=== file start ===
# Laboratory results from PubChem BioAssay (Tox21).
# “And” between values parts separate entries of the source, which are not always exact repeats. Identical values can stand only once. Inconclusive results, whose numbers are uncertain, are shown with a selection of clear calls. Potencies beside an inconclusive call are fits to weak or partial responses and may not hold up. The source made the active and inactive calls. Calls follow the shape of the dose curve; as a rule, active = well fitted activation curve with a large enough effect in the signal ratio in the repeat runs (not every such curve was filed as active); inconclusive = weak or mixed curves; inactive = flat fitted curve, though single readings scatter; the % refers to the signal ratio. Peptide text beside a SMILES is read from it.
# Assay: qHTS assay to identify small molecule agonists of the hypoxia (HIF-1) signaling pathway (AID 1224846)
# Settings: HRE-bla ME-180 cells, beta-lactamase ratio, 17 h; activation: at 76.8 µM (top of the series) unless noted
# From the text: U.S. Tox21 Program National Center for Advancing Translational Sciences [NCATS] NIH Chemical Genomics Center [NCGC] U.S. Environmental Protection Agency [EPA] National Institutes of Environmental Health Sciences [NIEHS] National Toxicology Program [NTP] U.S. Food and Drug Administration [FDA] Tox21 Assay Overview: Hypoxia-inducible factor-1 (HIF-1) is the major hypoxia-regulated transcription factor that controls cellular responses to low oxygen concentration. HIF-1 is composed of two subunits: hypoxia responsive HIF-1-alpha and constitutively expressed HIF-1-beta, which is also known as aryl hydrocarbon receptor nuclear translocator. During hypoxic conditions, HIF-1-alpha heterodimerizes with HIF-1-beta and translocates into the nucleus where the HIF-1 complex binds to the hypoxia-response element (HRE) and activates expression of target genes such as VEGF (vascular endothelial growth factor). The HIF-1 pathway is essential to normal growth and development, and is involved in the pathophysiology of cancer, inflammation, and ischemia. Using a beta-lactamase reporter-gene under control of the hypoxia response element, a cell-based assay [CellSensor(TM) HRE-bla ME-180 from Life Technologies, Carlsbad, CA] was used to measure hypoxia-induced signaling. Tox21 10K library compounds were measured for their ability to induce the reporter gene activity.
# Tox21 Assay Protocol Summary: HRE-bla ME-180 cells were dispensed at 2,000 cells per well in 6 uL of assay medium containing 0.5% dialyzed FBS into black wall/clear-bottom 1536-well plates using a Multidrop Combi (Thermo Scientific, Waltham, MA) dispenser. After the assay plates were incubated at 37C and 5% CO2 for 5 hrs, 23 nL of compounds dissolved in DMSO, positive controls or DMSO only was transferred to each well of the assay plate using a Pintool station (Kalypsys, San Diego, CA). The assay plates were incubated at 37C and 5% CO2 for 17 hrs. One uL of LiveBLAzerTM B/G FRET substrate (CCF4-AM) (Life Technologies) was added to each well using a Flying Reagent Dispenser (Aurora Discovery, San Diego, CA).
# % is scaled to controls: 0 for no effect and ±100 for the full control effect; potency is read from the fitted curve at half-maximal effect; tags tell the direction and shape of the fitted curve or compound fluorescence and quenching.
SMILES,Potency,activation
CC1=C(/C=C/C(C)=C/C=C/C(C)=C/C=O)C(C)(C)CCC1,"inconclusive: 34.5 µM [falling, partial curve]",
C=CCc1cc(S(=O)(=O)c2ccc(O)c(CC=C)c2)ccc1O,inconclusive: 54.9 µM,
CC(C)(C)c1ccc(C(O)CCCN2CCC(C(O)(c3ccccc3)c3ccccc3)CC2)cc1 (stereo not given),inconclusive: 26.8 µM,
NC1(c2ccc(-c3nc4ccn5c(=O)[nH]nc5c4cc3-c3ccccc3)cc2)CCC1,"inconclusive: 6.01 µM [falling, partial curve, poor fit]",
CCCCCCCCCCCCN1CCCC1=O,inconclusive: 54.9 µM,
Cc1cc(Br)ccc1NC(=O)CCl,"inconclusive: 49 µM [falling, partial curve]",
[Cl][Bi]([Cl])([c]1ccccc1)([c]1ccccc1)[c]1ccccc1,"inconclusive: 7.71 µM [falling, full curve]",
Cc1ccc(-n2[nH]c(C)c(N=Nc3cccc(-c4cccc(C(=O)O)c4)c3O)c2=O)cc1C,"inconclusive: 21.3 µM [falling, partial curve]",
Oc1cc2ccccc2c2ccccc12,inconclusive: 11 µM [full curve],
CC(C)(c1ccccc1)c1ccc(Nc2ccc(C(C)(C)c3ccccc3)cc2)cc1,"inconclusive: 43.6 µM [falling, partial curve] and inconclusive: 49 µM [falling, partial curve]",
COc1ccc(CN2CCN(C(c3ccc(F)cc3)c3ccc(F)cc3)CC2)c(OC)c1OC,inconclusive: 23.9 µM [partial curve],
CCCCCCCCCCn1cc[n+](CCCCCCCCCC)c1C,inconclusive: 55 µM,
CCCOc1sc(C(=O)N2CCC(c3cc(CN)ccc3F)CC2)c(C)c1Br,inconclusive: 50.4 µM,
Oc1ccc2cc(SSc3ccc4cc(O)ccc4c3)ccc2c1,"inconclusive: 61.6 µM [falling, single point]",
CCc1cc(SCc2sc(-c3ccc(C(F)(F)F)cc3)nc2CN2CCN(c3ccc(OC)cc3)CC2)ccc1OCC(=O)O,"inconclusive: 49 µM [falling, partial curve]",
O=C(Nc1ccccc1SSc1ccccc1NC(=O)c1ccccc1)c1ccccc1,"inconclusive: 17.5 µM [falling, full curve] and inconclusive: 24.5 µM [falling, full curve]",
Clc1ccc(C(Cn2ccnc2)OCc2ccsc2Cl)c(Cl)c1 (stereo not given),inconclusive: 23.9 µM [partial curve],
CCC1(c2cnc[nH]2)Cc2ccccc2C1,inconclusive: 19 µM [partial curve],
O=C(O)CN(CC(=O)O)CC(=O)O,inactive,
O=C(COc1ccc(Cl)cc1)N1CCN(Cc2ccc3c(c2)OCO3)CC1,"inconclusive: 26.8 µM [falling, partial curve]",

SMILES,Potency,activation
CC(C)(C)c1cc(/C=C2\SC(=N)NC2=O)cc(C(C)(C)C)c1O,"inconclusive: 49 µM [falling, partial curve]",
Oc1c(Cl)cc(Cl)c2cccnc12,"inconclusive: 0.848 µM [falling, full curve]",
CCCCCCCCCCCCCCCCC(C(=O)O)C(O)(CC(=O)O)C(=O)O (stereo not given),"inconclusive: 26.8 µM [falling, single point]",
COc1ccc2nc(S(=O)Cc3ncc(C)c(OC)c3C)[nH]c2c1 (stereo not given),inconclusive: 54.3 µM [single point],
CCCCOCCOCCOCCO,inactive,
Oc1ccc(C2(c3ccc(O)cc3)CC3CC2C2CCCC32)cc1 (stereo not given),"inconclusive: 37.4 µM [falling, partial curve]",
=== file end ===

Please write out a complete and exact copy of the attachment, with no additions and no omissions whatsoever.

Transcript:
# Laboratory results from PubChem BioAssay (Tox21).
# “And” between values parts separate entries of the source, which are not always exact repeats. Identical values can stand only once. Inconclusive results, whose numbers are uncertain, are shown with a selection of clear calls. Potencies beside an inconclusive call are fits to weak or partial responses and may not hold up. The source made the active and inactive calls. Calls follow the shape of the dose curve; as a rule, active = well fitted activation curve with a large enough effect in the signal ratio in the repeat runs (not every such curve was filed as active); inconclusive = weak or mixed curves; inactive = flat fitted curve, though single readings scatter; the % refers to the signal ratio. Peptide text beside a SMILES is read from it.
# Assay: qHTS assay to identify small molecule agonists of the hypoxia (HIF-1) signaling pathway (AID 1224846)
# Settings: HRE-bla ME-180 cells, beta-lactamase ratio, 17 h; activation: at 76.8 µM (top of the series) unless noted
# From the text: U.S. Tox21 Program National Center for Advancing Translational Sciences [NCATS] NIH Chemical Genomics Center [NCGC] U.S. Environmental Protection Agency [EPA] National Institutes of Environmental Health Sciences [NIEHS] National Toxicology Program [NTP] U.S. Food and Drug Administration [FDA] Tox21 Assay Overview: Hypoxia-inducible factor-1 (HIF-1) is the major hypoxia-regulated transcription factor that controls cellular responses to low oxygen concentration. HIF-1 is composed of two subunits: hypoxia responsive HIF-1-alpha and constitutively expressed HIF-1-beta, which is also known as aryl hydrocarbon receptor nuclear translocator. During hypoxic conditions, HIF-1-alpha heterodimerizes with HIF-1-beta and translocates into the nucleus where the HIF-1 complex binds to the hypoxia-response element (HRE) and activates expression of target genes such as VEGF (vascular endothelial growth factor). The HIF-1 pathway is essential to normal growth and development, and is involved in the pathophysiology of cancer, inflammation, and ischemia. Using a beta-lactamase reporter-gene under control of the hypoxia response element, a cell-based assay [CellSensor(TM) HRE-bla ME-180 from Life Technologies, Carlsbad, CA] was used to measure hypoxia-induced signaling. Tox21 10K library compounds were measured for their ability to induce the reporter gene activity.
# Tox21 Assay Protocol Summary: HRE-bla ME-180 cells were dispensed at 2,000 cells per well in 6 uL of assay medium containing 0.5% dialyzed FBS into black wall/clear-bottom 1536-well plates using a Multidrop Combi (Thermo Scientific, Waltham, MA) dispenser. After the assay plates were incubated at 37C and 5% CO2 for 5 hrs, 23 nL of compounds dissolved in DMSO, positive controls or DMSO only was transferred to each well of the assay plate using a Pintool station (Kalypsys, San Diego, CA). The assay plates were incubated at 37C and 5% CO2 for 17 hrs. One uL of LiveBLAzerTM B/G FRET substrate (CCF4-AM) (Life Technologies) was added to each well using a Flying Reagent Dispenser (Aurora Discovery, San Diego, CA).
# % is scaled to controls: 0 for no effect and ±100 for the full control effect; potency is read from the fitted curve at half-maximal effect; tags tell the direction and shape of the fitted curve or compound fluorescence and quenching.
SMILES,Potency,activation
CC1=C(/C=C/C(C)=C/C=C/C(C)=C/C=O)C(C)(C)CCC1,"inconclusive: 34.5 µM [falling, partial curve]",
C=CCc1cc(S(=O)(=O)c2ccc(O)c(CC=C)c2)ccc1O,inconclusive: 54.9 µM,
CC(C)(C)c1ccc(C(O)CCCN2CCC(C(O)(c3ccccc3)c3ccccc3)CC2)cc1 (stereo not given),inconclusive: 26.8 µM,
NC1(c2ccc(-c3nc4ccn5c(=O)[nH]nc5c4cc3-c3ccccc3)cc2)CCC1,"inconclusive: 6.01 µM [falling, partial curve, poor fit]",
CCCCCCCCCCCCN1CCCC1=O,inconclusive: 54.9 µM,
Cc1cc(Br)ccc1NC(=O)CCl,"inconclusive: 49 µM [falling, partial curve]",
[Cl][Bi]([Cl])([c]1ccccc1)([c]1ccccc1)[c]1ccccc1,"inconclusive: 7.71 µM [falling, full curve]",
Cc1ccc(-n2[nH]c(C)c(N=Nc3cccc(-c4cccc(C(=O)O)c4)c3O)c2=O)cc1C,"inconclusive: 21.3 µM [falling, partial curve]",
Oc1cc2ccccc2c2ccccc12,inconclusive: 11 µM [full curve],
CC(C)(c1ccccc1)c1ccc(Nc2ccc(C(C)(C)c3ccccc3)cc2)cc1,"inconclusive: 43.6 µM [falling, partial curve] and inconclusive: 49 µM [falling, partial curve]",
COc1ccc(CN2CCN(C(c3ccc(F)cc3)c3ccc(F)cc3)CC2)c(OC)c1OC,inconclusive: 23.9 µM [partial curve],
CCCCCCCCCCn1cc[n+](CCCCCCCCCC)c1C,inconclusive: 55 µM,
CCCOc1sc(C(=O)N2CCC(c3cc(CN)ccc3F)CC2)c(C)c1Br,inconclusive: 50.4 µM,
Oc1ccc2cc(SSc3ccc4cc(O)ccc4c3)ccc2c1,"inconclusive: 61.6 µM [falling, single point]",
CCc1cc(SCc2sc(-c3ccc(C(F)(F)F)cc3)nc2CN2CCN(c3ccc(OC)cc3)CC2)ccc1OCC(=O)O,"inconclusive: 49 µM [falling, partial curve]",
O=C(Nc1ccccc1SSc1ccccc1NC(=O)c1ccccc1)c1ccccc1,"inconclusive: 17.5 µM [falling, full curve] and inconclusive: 24.5 µM [falling, full curve]",
Clc1ccc(C(Cn2ccnc2)OCc2ccsc2Cl)c(Cl)c1 (stereo not given),inconclusive: 23.9 µM [partial curve],
CCC1(c2cnc[nH]2)Cc2ccccc2C1,inconclusive: 19 µM [partial curve],
O=C(O)CN(CC(=O)O)CC(=O)O,inactive,
O=C(COc1ccc(Cl)cc1)N1CCN(Cc2ccc3c(c2)OCO3)CC1,"inconclusive: 26.8 µM [falling, partial curve]",

SMILES,Potency,activation
CC(C)(C)c1cc(/C=C2\SC(=N)NC2=O)cc(C(C)(C)C)c1O,"inconclusive: 49 µM [falling, partial curve]",
Oc1c(Cl)cc(Cl)c2cccnc12,"inconclusive: 0.848 µM [falling, full curve]",
CCCCCCCCCCCCCCCCC(C(=O)O)C(O)(CC(=O)O)C(=O)O (stereo not given),"inconclusive: 26.8 µM [falling, single point]",
COc1ccc2nc(S(=O)Cc3ncc(C)c(OC)c3C)[nH]c2c1 (stereo not given),inconclusive: 54.3 µM [single point],
CCCCOCCOCCOCCO,inactive,
Oc1ccc(C2(c3ccc(O)cc3)CC3CC2C2CCCC32)cc1 (stereo not given),"inconclusive: 37.4 µM [falling, partial curve]",